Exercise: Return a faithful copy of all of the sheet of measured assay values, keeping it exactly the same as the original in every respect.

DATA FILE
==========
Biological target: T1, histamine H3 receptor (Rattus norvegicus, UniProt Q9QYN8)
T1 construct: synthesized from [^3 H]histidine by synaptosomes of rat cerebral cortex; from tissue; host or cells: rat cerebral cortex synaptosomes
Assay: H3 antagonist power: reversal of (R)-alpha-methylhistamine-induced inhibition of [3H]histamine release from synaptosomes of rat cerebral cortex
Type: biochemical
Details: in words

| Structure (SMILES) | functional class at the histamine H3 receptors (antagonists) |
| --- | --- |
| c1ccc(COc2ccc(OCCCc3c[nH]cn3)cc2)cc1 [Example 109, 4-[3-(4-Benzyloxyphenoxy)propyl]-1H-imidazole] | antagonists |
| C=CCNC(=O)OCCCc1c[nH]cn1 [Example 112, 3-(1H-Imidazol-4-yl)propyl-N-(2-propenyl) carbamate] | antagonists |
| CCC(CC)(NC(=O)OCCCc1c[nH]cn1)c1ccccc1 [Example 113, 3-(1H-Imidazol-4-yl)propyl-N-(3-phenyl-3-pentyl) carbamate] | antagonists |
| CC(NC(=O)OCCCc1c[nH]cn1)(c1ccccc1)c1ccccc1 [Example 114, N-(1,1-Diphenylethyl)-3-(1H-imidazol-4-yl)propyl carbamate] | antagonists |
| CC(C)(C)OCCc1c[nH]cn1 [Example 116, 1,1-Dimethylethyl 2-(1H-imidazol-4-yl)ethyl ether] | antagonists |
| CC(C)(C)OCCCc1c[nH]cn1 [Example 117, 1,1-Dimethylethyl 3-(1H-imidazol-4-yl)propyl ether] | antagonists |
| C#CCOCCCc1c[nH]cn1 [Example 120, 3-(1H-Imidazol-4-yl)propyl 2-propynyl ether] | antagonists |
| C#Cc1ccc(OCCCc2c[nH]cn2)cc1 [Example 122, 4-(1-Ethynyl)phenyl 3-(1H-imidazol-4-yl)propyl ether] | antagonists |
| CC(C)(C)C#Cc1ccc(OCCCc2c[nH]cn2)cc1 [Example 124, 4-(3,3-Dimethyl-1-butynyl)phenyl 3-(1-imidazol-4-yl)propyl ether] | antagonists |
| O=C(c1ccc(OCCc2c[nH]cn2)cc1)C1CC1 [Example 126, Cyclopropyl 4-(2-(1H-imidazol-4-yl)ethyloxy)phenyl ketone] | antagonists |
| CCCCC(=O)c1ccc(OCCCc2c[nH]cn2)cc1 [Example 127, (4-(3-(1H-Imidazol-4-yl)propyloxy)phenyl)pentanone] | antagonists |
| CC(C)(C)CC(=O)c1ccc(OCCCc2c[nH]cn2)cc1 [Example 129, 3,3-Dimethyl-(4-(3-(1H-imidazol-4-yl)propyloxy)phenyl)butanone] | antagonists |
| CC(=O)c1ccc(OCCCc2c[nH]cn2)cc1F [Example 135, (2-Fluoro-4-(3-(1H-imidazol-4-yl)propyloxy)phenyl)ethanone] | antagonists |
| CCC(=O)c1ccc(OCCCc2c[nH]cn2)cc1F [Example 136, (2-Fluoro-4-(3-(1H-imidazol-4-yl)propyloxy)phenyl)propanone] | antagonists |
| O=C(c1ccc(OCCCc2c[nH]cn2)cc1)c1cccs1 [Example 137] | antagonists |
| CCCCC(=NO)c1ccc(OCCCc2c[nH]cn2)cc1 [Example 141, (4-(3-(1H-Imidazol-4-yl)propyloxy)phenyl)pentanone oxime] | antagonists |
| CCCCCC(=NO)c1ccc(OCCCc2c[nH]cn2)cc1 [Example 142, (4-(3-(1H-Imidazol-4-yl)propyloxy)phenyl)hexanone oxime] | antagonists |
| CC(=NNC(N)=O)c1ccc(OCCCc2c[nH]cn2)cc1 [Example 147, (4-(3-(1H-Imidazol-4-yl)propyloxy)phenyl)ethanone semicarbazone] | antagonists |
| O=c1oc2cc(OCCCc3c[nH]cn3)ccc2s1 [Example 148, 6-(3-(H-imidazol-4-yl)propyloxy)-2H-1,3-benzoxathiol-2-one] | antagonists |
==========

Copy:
Biological target: T1, histamine H3 receptor (Rattus norvegicus, UniProt Q9QYN8)
T1 construct: synthesized from [^3 H]histidine by synaptosomes of rat cerebral cortex; from tissue; host or cells: rat cerebral cortex synaptosomes
Assay: H3 antagonist power: reversal of (R)-alpha-methylhistamine-induced inhibition of [3H]histamine release from synaptosomes of rat cerebral cortex
Type: biochemical
Details: in words

| Structure (SMILES) | functional class at the histamine H3 receptors (antagonists) |
| --- | --- |
| c1ccc(COc2ccc(OCCCc3c[nH]cn3)cc2)cc1 [Example 109, 4-[3-(4-Benzyloxyphenoxy)propyl]-1H-imidazole] | antagonists |
| C=CCNC(=O)OCCCc1c[nH]cn1 [Example 112, 3-(1H-Imidazol-4-yl)propyl-N-(2-propenyl) carbamate] | antagonists |
| CCC(CC)(NC(=O)OCCCc1c[nH]cn1)c1ccccc1 [Example 113, 3-(1H-Imidazol-4-yl)propyl-N-(3-phenyl-3-pentyl) carbamate] | antagonists |
| CC(NC(=O)OCCCc1c[nH]cn1)(c1ccccc1)c1ccccc1 [Example 114, N-(1,1-Diphenylethyl)-3-(1H-imidazol-4-yl)propyl carbamate] | antagonists |
| CC(C)(C)OCCc1c[nH]cn1 [Example 116, 1,1-Dimethylethyl 2-(1H-imidazol-4-yl)ethyl ether] | antagonists |
| CC(C)(C)OCCCc1c[nH]cn1 [Example 117, 1,1-Dimethylethyl 3-(1H-imidazol-4-yl)propyl ether] | antagonists |
| C#CCOCCCc1c[nH]cn1 [Example 120, 3-(1H-Imidazol-4-yl)propyl 2-propynyl ether] | antagonists |
| C#Cc1ccc(OCCCc2c[nH]cn2)cc1 [Example 122, 4-(1-Ethynyl)phenyl 3-(1H-imidazol-4-yl)propyl ether] | antagonists |
| CC(C)(C)C#Cc1ccc(OCCCc2c[nH]cn2)cc1 [Example 124, 4-(3,3-Dimethyl-1-butynyl)phenyl 3-(1-imidazol-4-yl)propyl ether] | antagonists |
| O=C(c1ccc(OCCc2c[nH]cn2)cc1)C1CC1 [Example 126, Cyclopropyl 4-(2-(1H-imidazol-4-yl)ethyloxy)phenyl ketone] | antagonists |
| CCCCC(=O)c1ccc(OCCCc2c[nH]cn2)cc1 [Example 127, (4-(3-(1H-Imidazol-4-yl)propyloxy)phenyl)pentanone] | antagonists |
| CC(C)(C)CC(=O)c1ccc(OCCCc2c[nH]cn2)cc1 [Example 129, 3,3-Dimethyl-(4-(3-(1H-imidazol-4-yl)propyloxy)phenyl)butanone] | antagonists |
| CC(=O)c1ccc(OCCCc2c[nH]cn2)cc1F [Example 135, (2-Fluoro-4-(3-(1H-imidazol-4-yl)propyloxy)phenyl)ethanone] | antagonists |
| CCC(=O)c1ccc(OCCCc2c[nH]cn2)cc1F [Example 136, (2-Fluoro-4-(3-(1H-imidazol-4-yl)propyloxy)phenyl)propanone] | antagonists |
| O=C(c1ccc(OCCCc2c[nH]cn2)cc1)c1cccs1 [Example 137] | antagonists |
| CCCCC(=NO)c1ccc(OCCCc2c[nH]cn2)cc1 [Example 141, (4-(3-(1H-Imidazol-4-yl)propyloxy)phenyl)pentanone oxime] | antagonists |
| CCCCCC(=NO)c1ccc(OCCCc2c[nH]cn2)cc1 [Example 142, (4-(3-(1H-Imidazol-4-yl)propyloxy)phenyl)hexanone oxime] | antagonists |
| CC(=NNC(N)=O)c1ccc(OCCCc2c[nH]cn2)cc1 [Example 147, (4-(3-(1H-Imidazol-4-yl)propyloxy)phenyl)ethanone semicarbazone] | antagonists |
| O=c1oc2cc(OCCCc3c[nH]cn3)ccc2s1 [Example 148, 6-(3-(H-imidazol-4-yl)propyloxy)-2H-1,3-benzoxathiol-2-one] | antagonists |